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do make say think

Roundhouse Radio chief executive Don Shafer is pictured at the station’s new home in Vancouver on Tuesday.Ben Nelms for/The Globe and Mail

Do Make Say Think is the name of a Canadian rock band, but we also thought the title was a good one for a weekly summer series introducing readers to British Columbians out of the public eye who are doing things, making things, saying things and thinking things. This week, for Say, we check in with Roundhouse Radio, a soon-to-be-launched station that's focusing on hyperlocal content in a world of podcasts and digital streams.

Don Shafer remembers the days when radio stations were fixtures on local street corners.

"They could see out and you could see in; they could connect with their audience," said Mr. Shafer, a long-time broadcaster who has worked on and off the air in stations across Canada.

Mr. Shafer is hoping to recreate that street-level connection to the community when Roundhouse Radio, a new low-power, hyperlocal station, begins broadcasting next month from a building in an area of Vancouver known as Railtown, located on the fringes of the gritty Downtown Eastside.

"We're the only radio station on the street," he said. "We can see the best and the worst of what happens on a day-to-day basis. It is admittedly confronting to be on the street like we are, but it's real and it's why we're here."

Billing itself as "a commercial radio station with a community feel," Roundhouse – which is set to go live at 98.3 FM in mid-September – will bring in major talent from media outlets such as CBC and MuchMusic. Former CBC ombudsman and one-time mayoral candidate Kirk LaPointe will host the station's flagship current-affairs show.

In an era where public broadcasters such as CBC or NPR and big media corporations like Apple are expanding their reach with viral podcasts and digital-radio streaming, launching a commercial radio station with a decidedly local focus may appear to be an unusual departure from the current media landscape.

Mr. Shafer doesn't see it that way.

"We don't want to do more of the same old, same old," he said.

The idea for the project was born on the back of a napkin in 2013 after an evening out at Vancouver's Alibi Room – a popular craft-beer pub located a stone's throw from the new Roundhouse studio – when Mr. Shafer and a group of colleagues started brainstorming about what they would do if they owned a radio station.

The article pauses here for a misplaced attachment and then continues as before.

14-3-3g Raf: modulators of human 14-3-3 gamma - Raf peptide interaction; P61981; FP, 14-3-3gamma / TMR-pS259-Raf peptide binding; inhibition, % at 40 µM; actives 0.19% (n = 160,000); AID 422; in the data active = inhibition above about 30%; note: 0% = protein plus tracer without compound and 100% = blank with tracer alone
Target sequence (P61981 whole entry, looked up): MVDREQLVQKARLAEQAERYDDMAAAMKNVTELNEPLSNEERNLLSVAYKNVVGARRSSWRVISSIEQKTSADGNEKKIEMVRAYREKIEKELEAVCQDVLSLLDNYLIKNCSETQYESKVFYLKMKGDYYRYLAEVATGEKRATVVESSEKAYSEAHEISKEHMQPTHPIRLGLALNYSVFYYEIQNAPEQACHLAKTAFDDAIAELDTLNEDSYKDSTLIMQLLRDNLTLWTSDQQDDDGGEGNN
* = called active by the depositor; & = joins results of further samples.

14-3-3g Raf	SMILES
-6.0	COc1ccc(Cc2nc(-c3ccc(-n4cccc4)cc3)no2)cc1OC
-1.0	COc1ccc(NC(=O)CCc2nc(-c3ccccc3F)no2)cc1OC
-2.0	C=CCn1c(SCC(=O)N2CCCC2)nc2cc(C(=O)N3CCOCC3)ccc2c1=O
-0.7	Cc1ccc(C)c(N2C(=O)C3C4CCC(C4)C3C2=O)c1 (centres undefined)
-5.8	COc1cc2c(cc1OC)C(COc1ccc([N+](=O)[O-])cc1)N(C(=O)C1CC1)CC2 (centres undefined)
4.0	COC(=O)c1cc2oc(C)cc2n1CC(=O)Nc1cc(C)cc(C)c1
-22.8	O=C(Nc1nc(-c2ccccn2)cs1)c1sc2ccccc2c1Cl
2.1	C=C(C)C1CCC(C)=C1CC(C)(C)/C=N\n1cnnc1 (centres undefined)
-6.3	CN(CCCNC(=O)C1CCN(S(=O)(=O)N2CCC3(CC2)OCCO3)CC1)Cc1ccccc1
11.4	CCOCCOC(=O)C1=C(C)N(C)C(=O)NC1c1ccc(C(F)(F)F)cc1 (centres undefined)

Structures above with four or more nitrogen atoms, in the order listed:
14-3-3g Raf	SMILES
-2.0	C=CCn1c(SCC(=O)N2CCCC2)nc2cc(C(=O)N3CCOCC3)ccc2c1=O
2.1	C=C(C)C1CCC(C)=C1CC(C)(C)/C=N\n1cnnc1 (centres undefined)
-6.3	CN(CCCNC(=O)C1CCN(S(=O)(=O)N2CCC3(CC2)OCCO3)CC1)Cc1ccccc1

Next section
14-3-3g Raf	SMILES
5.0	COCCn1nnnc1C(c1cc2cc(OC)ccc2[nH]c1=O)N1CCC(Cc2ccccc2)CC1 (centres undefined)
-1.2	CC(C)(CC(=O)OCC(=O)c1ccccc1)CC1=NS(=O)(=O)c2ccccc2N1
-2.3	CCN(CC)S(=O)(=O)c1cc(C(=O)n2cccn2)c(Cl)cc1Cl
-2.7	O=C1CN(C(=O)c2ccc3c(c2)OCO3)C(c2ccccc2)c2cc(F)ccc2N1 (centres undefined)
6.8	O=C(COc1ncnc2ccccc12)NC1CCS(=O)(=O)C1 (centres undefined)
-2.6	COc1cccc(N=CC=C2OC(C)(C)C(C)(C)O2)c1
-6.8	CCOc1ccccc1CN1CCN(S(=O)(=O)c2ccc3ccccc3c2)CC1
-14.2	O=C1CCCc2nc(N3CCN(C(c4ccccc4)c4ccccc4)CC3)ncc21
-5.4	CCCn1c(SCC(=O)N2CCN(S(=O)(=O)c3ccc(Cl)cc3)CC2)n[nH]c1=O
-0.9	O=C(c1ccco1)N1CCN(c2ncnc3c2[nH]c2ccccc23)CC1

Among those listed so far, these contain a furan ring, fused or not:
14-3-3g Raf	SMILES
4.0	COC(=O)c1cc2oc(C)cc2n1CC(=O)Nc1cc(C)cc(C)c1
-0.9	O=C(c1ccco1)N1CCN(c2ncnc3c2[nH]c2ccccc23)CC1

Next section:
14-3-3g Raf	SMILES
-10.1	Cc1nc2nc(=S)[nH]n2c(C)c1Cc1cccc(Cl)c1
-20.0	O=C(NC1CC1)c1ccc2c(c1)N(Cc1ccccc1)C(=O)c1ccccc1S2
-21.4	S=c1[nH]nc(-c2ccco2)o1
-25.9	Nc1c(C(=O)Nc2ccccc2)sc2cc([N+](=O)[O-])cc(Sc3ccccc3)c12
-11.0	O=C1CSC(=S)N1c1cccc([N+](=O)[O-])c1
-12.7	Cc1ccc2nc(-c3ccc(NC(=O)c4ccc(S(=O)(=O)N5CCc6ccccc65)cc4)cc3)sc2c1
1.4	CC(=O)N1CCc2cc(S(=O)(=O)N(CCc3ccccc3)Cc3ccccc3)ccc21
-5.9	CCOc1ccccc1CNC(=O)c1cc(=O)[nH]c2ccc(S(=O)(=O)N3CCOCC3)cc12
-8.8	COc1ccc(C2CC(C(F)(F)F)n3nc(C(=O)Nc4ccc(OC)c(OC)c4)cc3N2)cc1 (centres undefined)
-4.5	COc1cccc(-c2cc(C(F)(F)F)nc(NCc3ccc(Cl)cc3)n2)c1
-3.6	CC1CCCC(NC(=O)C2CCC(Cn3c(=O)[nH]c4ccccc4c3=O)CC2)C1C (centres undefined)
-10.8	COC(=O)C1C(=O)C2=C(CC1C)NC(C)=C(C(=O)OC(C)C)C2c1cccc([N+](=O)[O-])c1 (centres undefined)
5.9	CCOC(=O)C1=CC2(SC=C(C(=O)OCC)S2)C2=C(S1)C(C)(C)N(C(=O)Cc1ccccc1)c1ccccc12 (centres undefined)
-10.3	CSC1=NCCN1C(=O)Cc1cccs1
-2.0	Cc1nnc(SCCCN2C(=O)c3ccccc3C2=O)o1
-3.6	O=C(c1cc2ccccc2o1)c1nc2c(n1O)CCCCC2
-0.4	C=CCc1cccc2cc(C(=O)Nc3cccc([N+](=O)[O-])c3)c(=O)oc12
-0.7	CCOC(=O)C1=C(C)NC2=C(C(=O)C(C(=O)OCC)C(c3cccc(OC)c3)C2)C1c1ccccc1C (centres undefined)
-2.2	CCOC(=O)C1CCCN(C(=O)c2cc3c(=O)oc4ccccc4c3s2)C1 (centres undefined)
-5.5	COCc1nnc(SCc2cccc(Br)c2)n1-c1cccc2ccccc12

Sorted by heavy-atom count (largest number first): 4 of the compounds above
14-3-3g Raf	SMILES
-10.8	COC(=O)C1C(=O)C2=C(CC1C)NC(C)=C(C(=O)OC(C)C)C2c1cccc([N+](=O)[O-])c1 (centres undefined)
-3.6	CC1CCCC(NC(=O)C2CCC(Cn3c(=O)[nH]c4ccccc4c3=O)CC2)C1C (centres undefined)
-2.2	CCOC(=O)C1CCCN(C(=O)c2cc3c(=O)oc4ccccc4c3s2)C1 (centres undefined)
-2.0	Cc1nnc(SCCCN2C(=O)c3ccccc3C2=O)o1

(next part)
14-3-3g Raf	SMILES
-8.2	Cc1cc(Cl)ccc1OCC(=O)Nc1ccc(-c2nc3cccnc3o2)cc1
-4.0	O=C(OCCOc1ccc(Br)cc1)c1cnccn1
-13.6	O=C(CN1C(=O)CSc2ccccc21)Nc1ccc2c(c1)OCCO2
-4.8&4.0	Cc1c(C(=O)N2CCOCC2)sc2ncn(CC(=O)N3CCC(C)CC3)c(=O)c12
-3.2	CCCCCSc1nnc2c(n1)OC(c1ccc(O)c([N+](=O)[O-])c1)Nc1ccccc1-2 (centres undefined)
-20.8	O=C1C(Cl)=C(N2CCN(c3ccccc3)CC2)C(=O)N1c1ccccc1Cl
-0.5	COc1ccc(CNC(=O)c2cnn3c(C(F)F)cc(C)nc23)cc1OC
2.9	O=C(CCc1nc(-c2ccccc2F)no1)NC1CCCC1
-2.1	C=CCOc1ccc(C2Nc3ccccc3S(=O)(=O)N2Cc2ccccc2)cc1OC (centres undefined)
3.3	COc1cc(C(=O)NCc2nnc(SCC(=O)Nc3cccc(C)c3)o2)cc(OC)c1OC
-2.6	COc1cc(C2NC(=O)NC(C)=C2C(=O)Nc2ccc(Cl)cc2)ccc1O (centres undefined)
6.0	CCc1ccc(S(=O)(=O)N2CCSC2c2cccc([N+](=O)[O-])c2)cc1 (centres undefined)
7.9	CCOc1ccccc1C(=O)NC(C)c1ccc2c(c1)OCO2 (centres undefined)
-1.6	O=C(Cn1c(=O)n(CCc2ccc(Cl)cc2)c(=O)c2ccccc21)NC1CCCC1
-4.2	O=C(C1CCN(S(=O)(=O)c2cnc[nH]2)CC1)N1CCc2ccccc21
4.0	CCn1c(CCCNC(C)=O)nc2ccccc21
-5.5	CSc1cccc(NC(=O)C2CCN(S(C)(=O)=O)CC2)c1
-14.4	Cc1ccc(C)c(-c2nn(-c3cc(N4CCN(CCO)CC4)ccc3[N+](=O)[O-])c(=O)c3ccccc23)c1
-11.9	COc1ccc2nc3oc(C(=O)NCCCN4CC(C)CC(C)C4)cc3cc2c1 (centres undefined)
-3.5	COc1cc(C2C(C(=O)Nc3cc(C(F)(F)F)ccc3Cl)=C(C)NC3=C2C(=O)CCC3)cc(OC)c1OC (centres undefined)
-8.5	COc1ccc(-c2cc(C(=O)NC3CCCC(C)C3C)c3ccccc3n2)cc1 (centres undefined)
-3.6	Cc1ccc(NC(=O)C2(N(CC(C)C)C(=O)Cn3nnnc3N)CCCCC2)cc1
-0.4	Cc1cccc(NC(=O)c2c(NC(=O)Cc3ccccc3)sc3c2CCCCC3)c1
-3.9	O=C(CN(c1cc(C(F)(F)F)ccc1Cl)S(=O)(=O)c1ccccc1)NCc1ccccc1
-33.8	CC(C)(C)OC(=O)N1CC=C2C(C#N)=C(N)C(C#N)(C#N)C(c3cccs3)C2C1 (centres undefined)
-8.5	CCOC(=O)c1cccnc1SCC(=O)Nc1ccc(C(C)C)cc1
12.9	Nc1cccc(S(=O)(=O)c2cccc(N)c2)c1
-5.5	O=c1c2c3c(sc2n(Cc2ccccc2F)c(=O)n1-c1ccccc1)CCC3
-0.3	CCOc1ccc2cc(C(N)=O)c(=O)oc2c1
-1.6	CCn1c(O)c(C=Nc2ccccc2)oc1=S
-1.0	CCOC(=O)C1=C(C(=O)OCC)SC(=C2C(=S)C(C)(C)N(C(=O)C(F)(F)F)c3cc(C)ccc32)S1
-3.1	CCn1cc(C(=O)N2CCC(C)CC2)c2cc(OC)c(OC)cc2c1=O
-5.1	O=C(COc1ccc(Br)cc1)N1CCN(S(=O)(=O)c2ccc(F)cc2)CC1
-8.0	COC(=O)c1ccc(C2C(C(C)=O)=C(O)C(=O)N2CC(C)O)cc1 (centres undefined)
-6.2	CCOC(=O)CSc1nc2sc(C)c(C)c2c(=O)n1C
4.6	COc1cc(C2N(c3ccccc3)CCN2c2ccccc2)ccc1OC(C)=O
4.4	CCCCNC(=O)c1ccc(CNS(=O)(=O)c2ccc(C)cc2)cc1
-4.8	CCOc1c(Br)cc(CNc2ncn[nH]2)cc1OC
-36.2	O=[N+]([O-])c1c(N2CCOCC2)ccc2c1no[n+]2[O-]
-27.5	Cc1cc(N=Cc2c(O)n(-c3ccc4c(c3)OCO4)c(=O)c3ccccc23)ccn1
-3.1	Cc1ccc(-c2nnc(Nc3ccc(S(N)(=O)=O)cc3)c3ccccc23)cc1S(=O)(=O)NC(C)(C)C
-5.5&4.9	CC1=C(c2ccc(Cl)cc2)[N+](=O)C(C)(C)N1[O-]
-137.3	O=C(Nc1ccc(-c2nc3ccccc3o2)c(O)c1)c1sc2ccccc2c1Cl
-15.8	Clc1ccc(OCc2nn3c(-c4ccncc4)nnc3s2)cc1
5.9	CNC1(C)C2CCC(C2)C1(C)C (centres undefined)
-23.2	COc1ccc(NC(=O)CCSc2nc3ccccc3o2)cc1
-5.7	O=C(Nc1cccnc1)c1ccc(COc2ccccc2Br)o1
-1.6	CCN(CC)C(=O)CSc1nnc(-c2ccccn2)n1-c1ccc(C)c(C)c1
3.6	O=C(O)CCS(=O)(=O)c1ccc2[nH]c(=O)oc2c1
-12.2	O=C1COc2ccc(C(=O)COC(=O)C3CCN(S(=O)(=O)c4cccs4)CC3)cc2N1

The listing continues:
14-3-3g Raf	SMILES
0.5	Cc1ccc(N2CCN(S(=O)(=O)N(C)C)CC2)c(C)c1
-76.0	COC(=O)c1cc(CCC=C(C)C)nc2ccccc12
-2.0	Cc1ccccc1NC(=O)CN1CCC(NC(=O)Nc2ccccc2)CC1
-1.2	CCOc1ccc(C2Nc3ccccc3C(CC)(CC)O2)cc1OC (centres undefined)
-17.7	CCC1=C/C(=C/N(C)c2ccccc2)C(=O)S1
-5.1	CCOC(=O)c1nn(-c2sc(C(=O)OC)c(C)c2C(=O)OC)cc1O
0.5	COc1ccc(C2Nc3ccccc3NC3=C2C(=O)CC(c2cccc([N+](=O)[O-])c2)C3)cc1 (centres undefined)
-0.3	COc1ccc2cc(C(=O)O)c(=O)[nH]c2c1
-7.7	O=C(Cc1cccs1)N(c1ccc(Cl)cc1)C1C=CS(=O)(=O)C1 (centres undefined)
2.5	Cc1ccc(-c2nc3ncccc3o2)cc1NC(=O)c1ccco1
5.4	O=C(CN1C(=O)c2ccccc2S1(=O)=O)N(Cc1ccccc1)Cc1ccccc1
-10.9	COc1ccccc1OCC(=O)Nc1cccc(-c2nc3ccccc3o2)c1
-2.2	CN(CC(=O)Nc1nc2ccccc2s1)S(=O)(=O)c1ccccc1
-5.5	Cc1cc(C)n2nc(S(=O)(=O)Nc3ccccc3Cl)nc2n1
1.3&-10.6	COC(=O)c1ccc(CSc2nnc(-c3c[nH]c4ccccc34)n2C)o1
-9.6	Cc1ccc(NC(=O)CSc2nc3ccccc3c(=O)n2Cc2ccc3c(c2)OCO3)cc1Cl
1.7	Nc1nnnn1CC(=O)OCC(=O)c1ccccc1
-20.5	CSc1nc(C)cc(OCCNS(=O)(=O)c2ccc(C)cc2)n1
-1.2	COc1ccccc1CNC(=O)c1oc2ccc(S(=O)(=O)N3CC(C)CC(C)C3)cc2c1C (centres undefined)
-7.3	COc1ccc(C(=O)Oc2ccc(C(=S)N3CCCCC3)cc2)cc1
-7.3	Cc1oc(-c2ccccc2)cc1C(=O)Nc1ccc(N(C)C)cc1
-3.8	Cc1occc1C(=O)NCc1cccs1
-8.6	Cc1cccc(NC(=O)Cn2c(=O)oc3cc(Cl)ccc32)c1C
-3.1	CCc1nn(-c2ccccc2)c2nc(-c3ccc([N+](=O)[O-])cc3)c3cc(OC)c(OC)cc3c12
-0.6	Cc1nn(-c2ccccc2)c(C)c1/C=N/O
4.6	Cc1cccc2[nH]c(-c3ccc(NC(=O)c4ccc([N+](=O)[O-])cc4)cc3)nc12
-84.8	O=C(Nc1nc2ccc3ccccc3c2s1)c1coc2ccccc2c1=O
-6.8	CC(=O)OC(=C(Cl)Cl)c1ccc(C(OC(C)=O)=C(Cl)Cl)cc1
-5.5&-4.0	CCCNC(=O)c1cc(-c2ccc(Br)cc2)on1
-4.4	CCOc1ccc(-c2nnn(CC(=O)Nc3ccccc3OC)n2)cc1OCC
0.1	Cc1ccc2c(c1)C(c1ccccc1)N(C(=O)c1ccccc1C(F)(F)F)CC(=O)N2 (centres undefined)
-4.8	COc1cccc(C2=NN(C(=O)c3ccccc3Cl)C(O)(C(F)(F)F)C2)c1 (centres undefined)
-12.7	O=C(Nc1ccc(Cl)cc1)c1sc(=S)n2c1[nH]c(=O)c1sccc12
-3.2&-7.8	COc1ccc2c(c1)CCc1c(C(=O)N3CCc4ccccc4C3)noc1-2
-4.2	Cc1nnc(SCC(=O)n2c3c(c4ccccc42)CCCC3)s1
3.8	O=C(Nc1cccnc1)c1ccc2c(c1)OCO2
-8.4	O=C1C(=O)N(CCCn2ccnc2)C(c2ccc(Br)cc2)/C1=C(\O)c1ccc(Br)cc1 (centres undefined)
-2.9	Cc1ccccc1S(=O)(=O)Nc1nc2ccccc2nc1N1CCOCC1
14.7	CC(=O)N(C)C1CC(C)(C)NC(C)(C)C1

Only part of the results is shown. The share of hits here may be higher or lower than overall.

The resulting vision was for a station that draws inspiration from CBC, NPR and the BBC, "mixed in with some campus radio and some community radio, just to give it some honesty and some edge," Mr. Shafer said.

"We wanted to have a station that had some spaciousness, that allowed a complete conversation, that had some room to breathe – and that allowed people to share their stories about what they're doing."

"That's a different sound from CKNW," Mr. Shafer added, referring to one of the city's all-news AM stations.

Investors felt the same way, Mr. Shafer said, and in a matter of days a small group of B.C.-based families put up the seed money for the station. A year later, they received approval for a licence from the CRTC.

The on-air blueprint will feature about 20 per cent music and 80 per cent talk, focusing on a diverse range of topics including news, current affairs, politics, business, sports and media. The lineup of hosts include veteran broadcaster Terry David Mulligan and Janice Ungaro, a former morning show co-host at Z95.3, a Vancouver-based pop music station.

"We have some really interesting, passionate people sitting in the chairs from 6 o'clock until midnight that have a lot to say and have a really big Rolodex of people and things that they want to interview or talk about," he said.

While Roundhouse won't shy away from breaking news, the mandate is clear: This is not a traditional station. For Mr. Shafer, that means spending more time developing and talking about stories to really give listeners in-depth analysis.

The goal of the station is to sound more like a conversation around the breakfast or dinner table than a legacy newscast, he said, but it's not a podcast.

Although anyone will be able to live stream shows from its website, where the best content will also be available for download, Roundhouse is first and foremost a commercial station.

"Over time we can migrate to having an online audience as over-the-air tuning becomes less important," he said. "But having a transmitter and having an old fashioned FM radio signal allows us a much greater reach and the availability of a much larger audience."

The challenge, though, will be competing for ears with the other stations that have stronger signals and longer-time listeners such as CKNW, News1130 or CBC.

Roundhouse's airwaves only cover about 700,000 people in the City of Vancouver, although there's some spill into areas of North and West Vancouver, Burnaby, Richmond and Surrey.

Mr. Shafer said he believes the limitations in reach, however, will become the station's greatest asset: If its signal spanned the rest of the Lower Mainland, Roundhouse would have to expand its coverage.

"Content gets flattened to reach a larger and more generic audience," he said.

"The challenge is going to be to make sure we have room for everybody we want to bring into the station, that we don't leave anybody [in the community] behind, which is one of my worst fears."